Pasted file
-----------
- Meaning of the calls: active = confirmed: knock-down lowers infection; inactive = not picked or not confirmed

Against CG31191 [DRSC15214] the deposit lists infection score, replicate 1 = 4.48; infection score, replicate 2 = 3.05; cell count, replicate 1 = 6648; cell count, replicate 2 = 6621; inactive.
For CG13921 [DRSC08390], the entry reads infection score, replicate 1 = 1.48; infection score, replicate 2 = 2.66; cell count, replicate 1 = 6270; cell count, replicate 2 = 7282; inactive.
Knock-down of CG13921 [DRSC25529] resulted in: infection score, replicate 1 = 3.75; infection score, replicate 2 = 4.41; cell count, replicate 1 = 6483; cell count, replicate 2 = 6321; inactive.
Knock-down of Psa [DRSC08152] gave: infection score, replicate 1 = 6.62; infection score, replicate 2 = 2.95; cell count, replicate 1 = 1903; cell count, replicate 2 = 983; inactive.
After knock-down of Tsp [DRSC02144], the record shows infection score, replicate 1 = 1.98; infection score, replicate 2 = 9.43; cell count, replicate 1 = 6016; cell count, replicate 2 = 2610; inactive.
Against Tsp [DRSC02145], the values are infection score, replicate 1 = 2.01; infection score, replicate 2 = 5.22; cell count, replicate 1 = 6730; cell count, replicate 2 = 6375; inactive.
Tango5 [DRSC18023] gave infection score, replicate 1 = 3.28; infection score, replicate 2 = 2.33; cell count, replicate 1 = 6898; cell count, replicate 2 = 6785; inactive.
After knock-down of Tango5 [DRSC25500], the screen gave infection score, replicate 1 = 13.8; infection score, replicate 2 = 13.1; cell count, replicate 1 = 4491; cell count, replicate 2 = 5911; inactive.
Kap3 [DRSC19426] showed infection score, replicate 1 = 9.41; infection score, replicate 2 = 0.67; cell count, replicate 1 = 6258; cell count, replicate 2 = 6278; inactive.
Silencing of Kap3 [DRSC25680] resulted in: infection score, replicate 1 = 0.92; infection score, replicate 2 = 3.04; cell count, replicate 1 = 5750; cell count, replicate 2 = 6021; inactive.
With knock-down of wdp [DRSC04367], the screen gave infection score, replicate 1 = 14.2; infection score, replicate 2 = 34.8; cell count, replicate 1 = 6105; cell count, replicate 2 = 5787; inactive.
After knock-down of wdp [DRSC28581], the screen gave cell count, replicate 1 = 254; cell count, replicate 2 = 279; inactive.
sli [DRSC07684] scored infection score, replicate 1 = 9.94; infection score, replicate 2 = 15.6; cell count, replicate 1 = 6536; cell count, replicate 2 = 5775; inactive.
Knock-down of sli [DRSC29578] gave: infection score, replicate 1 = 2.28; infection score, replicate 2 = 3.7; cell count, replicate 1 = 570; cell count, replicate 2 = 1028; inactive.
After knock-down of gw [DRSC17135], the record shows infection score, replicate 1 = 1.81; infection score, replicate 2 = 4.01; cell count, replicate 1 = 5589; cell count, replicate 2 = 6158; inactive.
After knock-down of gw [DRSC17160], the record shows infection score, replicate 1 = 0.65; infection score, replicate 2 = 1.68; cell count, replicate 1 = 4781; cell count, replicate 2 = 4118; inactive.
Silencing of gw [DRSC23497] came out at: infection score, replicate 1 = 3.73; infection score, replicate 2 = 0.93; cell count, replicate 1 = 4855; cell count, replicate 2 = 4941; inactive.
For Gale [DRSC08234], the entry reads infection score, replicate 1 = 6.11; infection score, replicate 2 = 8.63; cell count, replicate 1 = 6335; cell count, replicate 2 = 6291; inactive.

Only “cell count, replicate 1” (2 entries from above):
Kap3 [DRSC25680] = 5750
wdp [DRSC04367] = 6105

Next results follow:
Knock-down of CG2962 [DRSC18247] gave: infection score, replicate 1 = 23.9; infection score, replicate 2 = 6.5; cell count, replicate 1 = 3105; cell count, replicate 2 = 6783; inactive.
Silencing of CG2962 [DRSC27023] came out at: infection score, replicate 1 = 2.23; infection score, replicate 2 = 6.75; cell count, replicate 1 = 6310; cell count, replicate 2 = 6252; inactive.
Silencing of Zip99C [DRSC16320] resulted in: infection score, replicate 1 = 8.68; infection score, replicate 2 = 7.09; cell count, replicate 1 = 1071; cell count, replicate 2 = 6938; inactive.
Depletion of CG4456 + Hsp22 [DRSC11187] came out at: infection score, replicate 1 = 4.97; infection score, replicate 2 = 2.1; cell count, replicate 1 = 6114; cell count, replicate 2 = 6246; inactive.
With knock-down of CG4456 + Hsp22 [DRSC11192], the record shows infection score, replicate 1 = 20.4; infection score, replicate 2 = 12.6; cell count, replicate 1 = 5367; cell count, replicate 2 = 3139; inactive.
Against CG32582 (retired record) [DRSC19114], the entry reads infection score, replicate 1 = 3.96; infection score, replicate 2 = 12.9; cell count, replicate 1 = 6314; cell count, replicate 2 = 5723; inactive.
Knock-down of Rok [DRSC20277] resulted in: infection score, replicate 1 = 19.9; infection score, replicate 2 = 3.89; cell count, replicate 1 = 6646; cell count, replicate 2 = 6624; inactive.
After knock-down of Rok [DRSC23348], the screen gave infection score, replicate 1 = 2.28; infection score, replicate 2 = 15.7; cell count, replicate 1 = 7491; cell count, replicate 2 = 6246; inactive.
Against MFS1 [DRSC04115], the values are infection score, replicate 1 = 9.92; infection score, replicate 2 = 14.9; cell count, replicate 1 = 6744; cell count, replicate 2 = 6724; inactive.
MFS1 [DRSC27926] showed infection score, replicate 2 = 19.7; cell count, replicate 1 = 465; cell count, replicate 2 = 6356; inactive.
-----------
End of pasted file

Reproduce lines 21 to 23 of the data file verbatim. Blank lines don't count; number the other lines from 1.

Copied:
Kap3 [DRSC25680] = 5750
wdp [DRSC04367] = 6105

Next results follow: